The DLR-Institute of Space Propulsion has unique expertise in Europe in the development and operation of test facilities. Since 1959, engines for rockets and space propulsion systems have been tested and further developed at the site Lampoldshausen. This research is part of the European space program. With the Ariane launcher family, Europe is in a position to independently launch satellites into orbit for a wide variety of applications, thus securing competitive and independent access to space. This is a pre-requisite for the unrestricted use of satellite data.
High-performance test facility technology
The test facilities are a fundamental pre-requisite for developing engine technologies to operational maturity and ensuring their quality. With the P4 altitude simulation test bench, DLR is indispensable for the development of the Vinci upper stage engine, which will be the most powerful engine in Europe in the future. Tests for the new, re-ignitable Ariane 6 Vinci upper stage engine are currently ongoing. After many years of development, the aim of this campaign is to define Vinci's final design for the qualification campaigns to follow from 2017. With the help of these tests, DLR scientists will gain insights into the engine behaviour, which will be used by the manufacturer ArianeGroup for final optimisations.
Vinci – the propulsion system for the next generation of launchers
The Vinci engine, which is powered by a high-energy combination of liquid hydrogen and liquid oxygen, will power the upper stage of the new European Ariane 6 launcher. ArianeGroup is the industrial prime contractor for the future Ariane 6 launch vehicle. The development contract with the European Space Agency (ESA) was signed on 12 August 2015. The maiden flight of Ariane 6 is expected to take place in 2020 - Ariane 5 is to be deployed in parallel until 2023 and will end its service after more than 25 years.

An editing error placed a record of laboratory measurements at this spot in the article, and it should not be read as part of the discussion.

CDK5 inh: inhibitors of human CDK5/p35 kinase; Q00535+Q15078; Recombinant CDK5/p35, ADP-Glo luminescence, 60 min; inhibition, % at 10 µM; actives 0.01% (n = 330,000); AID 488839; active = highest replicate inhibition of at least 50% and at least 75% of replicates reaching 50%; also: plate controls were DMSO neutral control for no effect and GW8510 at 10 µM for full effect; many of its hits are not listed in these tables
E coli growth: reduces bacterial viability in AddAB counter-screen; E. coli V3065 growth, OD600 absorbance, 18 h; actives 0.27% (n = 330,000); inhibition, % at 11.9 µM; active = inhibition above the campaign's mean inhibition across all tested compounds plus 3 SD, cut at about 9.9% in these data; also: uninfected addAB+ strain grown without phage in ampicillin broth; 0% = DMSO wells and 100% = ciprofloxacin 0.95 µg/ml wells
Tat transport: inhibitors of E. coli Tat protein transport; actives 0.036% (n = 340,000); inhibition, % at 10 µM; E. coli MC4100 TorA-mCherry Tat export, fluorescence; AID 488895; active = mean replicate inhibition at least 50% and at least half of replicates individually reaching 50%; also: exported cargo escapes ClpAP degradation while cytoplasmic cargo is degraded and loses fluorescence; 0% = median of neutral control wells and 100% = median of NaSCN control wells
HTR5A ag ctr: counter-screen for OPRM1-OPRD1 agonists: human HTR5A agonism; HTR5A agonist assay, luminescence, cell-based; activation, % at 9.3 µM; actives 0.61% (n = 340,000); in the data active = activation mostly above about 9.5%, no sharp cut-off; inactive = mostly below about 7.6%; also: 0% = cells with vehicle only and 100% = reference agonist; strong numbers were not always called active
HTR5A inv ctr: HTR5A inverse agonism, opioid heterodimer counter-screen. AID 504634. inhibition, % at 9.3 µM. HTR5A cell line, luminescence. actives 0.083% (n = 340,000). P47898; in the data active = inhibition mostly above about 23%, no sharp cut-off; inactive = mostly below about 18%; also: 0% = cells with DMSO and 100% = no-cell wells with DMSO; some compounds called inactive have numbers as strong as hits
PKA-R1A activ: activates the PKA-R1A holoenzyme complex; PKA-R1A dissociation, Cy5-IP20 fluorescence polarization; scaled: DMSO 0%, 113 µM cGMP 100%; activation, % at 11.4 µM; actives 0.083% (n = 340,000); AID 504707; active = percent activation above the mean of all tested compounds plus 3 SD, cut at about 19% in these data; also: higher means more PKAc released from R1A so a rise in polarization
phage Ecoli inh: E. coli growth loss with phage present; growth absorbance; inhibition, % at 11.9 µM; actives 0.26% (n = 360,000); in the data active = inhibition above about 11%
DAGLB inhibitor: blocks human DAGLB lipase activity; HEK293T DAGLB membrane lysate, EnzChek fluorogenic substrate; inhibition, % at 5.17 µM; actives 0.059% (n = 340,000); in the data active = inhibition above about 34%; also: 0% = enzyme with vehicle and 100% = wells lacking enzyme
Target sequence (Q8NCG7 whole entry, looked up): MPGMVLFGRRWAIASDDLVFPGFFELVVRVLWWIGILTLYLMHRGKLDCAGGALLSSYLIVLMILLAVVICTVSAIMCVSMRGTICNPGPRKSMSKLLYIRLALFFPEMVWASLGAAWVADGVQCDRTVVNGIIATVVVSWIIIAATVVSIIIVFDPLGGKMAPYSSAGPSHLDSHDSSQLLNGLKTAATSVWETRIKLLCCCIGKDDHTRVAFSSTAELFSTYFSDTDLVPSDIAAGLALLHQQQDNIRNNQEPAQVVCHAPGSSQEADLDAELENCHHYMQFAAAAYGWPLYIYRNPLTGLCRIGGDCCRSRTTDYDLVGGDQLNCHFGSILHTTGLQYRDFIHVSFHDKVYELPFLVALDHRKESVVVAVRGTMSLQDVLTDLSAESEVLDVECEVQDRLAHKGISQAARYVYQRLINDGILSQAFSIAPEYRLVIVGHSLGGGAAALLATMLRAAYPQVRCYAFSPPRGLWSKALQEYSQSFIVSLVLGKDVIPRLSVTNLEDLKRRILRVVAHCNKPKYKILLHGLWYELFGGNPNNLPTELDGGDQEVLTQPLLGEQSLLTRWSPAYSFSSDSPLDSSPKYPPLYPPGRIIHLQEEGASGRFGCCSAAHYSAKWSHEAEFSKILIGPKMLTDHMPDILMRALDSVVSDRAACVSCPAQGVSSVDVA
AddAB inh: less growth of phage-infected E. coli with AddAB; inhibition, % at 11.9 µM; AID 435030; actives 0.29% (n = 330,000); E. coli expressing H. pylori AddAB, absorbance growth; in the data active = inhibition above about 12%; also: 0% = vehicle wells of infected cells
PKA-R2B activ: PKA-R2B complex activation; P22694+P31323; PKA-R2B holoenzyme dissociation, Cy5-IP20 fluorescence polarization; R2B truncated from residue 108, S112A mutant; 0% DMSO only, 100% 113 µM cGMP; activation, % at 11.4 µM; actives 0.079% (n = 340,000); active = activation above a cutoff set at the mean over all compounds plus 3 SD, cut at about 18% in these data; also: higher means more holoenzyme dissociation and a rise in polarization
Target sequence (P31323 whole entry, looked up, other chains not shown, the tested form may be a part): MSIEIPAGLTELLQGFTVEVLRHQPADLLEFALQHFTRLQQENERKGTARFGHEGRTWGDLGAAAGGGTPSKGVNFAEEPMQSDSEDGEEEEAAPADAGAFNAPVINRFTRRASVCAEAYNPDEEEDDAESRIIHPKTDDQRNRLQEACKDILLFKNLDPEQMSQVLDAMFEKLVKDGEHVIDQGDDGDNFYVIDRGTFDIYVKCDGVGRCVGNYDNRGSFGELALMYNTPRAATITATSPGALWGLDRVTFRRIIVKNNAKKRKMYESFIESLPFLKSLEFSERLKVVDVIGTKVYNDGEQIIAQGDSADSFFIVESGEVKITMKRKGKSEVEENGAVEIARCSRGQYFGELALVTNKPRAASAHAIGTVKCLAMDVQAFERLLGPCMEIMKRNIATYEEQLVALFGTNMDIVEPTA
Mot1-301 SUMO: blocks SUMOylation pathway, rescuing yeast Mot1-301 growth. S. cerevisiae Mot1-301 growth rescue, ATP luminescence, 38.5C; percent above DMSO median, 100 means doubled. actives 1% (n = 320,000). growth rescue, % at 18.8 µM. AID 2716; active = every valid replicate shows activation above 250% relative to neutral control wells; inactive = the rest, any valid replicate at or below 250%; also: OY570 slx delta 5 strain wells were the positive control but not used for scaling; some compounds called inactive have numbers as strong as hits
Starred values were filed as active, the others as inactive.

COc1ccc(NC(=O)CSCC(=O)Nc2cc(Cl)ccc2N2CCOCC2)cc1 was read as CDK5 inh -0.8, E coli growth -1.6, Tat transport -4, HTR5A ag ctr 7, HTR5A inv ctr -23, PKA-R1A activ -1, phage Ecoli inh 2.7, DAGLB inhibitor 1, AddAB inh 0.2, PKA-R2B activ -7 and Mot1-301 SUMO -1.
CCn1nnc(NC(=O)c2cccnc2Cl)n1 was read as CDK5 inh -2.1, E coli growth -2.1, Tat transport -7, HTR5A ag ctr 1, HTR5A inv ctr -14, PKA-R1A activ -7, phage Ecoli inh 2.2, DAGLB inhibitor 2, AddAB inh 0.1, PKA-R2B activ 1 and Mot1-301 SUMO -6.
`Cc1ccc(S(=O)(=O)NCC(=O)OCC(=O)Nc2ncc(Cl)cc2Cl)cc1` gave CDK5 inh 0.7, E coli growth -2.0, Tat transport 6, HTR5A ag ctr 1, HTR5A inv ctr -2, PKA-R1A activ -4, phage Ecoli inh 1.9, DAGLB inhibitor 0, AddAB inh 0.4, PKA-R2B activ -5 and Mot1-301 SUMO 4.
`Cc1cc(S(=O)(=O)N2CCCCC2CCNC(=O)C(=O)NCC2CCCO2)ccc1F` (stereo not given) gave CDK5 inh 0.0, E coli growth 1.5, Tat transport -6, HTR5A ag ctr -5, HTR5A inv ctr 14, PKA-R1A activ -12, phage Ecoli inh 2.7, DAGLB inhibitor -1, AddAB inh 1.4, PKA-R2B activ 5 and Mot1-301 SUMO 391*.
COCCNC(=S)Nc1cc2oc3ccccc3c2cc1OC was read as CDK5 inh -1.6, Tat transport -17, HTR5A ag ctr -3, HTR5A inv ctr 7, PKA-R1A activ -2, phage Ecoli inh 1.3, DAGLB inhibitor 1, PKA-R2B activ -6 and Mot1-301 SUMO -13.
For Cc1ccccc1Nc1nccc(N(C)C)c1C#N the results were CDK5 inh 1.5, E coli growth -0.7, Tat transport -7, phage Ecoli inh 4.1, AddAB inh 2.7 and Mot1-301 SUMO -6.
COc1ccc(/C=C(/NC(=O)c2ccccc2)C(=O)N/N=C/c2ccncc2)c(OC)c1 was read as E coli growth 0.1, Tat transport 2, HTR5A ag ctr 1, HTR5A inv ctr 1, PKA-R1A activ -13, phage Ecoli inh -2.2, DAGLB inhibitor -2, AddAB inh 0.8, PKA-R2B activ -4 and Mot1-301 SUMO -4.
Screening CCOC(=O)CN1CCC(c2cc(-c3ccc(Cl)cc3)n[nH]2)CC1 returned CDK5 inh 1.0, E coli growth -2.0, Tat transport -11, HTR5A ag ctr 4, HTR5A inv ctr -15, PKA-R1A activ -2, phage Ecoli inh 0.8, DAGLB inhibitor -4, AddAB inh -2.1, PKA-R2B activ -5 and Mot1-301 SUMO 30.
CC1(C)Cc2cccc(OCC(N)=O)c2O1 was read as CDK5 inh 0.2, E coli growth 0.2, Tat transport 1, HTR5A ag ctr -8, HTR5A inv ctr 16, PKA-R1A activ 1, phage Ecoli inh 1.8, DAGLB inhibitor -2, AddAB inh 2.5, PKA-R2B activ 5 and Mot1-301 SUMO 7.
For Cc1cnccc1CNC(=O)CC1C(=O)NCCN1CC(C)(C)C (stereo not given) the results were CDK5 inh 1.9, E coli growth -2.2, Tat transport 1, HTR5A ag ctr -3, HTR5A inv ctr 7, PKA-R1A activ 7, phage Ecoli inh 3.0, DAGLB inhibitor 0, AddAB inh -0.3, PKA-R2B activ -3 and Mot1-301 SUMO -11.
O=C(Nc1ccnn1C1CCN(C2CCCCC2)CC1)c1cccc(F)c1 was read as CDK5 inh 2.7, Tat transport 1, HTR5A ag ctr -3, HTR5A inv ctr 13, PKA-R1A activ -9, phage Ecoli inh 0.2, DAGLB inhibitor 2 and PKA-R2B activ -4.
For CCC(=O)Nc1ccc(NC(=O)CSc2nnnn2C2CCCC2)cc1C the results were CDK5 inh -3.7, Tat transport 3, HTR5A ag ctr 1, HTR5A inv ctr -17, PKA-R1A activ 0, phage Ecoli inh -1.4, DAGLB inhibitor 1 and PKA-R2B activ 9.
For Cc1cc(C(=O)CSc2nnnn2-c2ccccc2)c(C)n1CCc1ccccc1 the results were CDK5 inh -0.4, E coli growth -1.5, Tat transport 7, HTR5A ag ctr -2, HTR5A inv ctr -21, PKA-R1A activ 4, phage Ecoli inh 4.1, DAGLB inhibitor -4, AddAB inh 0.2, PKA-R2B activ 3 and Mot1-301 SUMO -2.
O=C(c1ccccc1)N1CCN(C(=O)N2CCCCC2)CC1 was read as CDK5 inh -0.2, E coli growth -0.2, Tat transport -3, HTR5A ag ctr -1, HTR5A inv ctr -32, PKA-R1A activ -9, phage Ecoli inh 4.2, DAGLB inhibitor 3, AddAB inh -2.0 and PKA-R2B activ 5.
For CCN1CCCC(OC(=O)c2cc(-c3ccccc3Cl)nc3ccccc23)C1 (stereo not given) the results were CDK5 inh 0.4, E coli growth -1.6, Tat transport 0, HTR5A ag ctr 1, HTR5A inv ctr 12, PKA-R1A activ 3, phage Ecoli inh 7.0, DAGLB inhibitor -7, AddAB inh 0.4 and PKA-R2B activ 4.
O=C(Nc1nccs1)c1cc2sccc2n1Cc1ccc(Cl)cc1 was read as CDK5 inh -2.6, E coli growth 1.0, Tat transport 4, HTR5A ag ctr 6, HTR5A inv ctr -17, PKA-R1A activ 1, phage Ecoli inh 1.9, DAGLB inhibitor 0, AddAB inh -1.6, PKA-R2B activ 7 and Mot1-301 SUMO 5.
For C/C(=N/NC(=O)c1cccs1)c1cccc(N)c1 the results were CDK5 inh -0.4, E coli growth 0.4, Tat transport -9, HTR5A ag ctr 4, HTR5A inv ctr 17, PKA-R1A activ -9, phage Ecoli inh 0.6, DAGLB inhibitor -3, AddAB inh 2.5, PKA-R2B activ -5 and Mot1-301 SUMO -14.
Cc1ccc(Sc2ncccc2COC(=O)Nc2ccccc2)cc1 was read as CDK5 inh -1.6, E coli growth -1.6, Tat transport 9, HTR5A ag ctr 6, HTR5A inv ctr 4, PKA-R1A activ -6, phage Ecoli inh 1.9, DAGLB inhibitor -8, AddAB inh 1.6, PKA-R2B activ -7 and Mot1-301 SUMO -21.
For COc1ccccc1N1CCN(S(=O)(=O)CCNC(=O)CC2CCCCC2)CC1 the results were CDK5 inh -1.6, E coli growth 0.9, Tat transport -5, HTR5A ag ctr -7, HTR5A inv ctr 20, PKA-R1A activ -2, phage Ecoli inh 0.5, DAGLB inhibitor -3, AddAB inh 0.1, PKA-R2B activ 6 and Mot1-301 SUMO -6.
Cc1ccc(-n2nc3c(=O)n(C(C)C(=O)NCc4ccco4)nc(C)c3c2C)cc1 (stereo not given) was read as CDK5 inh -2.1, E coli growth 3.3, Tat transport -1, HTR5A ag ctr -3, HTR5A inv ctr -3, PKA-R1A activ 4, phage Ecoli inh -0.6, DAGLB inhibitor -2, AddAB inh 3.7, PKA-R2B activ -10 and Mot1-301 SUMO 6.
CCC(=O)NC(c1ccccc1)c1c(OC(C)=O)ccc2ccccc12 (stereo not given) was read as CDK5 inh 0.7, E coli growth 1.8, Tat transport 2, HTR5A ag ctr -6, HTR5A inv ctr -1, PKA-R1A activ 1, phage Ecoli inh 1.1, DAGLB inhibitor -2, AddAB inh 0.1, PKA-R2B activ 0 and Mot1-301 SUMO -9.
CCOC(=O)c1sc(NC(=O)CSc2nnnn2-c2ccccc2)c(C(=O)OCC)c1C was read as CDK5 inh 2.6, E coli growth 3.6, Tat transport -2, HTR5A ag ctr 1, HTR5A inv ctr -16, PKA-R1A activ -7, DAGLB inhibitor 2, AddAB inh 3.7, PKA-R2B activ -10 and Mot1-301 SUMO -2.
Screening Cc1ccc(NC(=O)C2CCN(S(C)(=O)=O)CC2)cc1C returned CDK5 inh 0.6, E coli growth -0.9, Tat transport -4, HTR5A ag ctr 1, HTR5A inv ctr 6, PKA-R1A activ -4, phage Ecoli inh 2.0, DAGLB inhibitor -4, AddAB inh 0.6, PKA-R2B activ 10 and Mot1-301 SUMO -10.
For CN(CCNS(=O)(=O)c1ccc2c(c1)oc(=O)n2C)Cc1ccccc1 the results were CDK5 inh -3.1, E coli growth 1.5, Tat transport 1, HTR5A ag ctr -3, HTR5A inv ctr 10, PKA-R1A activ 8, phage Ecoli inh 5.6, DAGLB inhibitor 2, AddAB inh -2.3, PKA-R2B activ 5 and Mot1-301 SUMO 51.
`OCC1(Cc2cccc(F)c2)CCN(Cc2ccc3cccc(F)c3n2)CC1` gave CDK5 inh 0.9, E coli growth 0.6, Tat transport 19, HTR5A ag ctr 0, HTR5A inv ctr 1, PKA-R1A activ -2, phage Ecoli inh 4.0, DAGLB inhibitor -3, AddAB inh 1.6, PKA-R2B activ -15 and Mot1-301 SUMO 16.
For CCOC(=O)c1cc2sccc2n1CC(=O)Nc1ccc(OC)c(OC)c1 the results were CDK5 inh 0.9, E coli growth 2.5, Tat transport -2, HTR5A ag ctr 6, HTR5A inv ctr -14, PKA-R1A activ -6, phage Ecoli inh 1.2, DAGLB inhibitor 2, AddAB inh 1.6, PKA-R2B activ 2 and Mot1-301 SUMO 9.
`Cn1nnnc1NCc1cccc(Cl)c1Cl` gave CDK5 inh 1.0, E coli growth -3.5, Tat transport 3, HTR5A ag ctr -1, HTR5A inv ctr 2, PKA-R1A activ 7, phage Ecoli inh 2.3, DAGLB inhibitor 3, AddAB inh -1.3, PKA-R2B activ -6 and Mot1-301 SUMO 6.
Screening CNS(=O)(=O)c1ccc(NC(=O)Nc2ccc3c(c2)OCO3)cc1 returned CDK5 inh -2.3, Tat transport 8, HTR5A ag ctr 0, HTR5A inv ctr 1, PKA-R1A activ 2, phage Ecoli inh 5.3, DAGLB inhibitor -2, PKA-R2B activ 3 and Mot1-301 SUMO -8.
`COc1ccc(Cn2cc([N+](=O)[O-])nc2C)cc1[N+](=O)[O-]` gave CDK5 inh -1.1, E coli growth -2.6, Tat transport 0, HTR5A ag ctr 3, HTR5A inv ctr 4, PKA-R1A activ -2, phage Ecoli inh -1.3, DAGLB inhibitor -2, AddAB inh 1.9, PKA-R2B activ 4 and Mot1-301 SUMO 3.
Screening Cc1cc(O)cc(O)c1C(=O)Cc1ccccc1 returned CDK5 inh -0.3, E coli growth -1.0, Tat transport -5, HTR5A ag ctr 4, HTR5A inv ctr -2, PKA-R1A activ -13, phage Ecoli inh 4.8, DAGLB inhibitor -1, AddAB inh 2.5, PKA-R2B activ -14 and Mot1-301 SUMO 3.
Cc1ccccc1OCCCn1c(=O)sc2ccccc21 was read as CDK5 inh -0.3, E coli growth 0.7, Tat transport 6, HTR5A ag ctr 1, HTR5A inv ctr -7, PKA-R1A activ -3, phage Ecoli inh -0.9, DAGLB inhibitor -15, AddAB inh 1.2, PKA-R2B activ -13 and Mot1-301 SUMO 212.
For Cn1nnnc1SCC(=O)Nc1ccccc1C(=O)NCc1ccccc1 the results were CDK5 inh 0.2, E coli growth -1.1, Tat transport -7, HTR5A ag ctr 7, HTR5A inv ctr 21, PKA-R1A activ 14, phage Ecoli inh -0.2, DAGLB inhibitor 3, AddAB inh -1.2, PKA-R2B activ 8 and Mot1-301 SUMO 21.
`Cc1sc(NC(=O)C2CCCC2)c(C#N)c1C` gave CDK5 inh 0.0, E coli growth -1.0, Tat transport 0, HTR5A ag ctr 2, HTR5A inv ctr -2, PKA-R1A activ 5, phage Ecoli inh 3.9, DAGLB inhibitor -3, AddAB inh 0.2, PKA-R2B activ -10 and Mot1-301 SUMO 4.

Scientific expertise and unique test facilities to develop the Ariane 6
DLR Lampoldshausen is also currently building the P5.2 test facility on behalf of ESA for testing the future upper stage of the new Ariane 6 launch vehicle. These include tests on refuelling and defuelling as well as hot run tests of the stage with the Vinci engine. It will help DLR in Lampoldshausen to qualify not only engines and individual components, but also complete cryogenic upper stages. This new upper stage test facility, scheduled for completion in 2018, ideally complements DLR's test and inspection facilities.
Technologies for the next generation of engines
In addition to the development and operation of test facilities, DLR scientists are researching advanced technologies for future space engines on the P8 technology test facility. The research focuses on the investigation of the injection of fuel components, their mixing and combustion, the expansion of hot gases in the nozzle and the thermal loading of the combustion chamber structures. The experimental investigations of these individual processes are carried out by the scientists with the aid of model combustion chambers in which realistic conditions prevail for rocket engines. An in-depth understanding of these processes is the basic pre-requisite for an optimal design of future engines.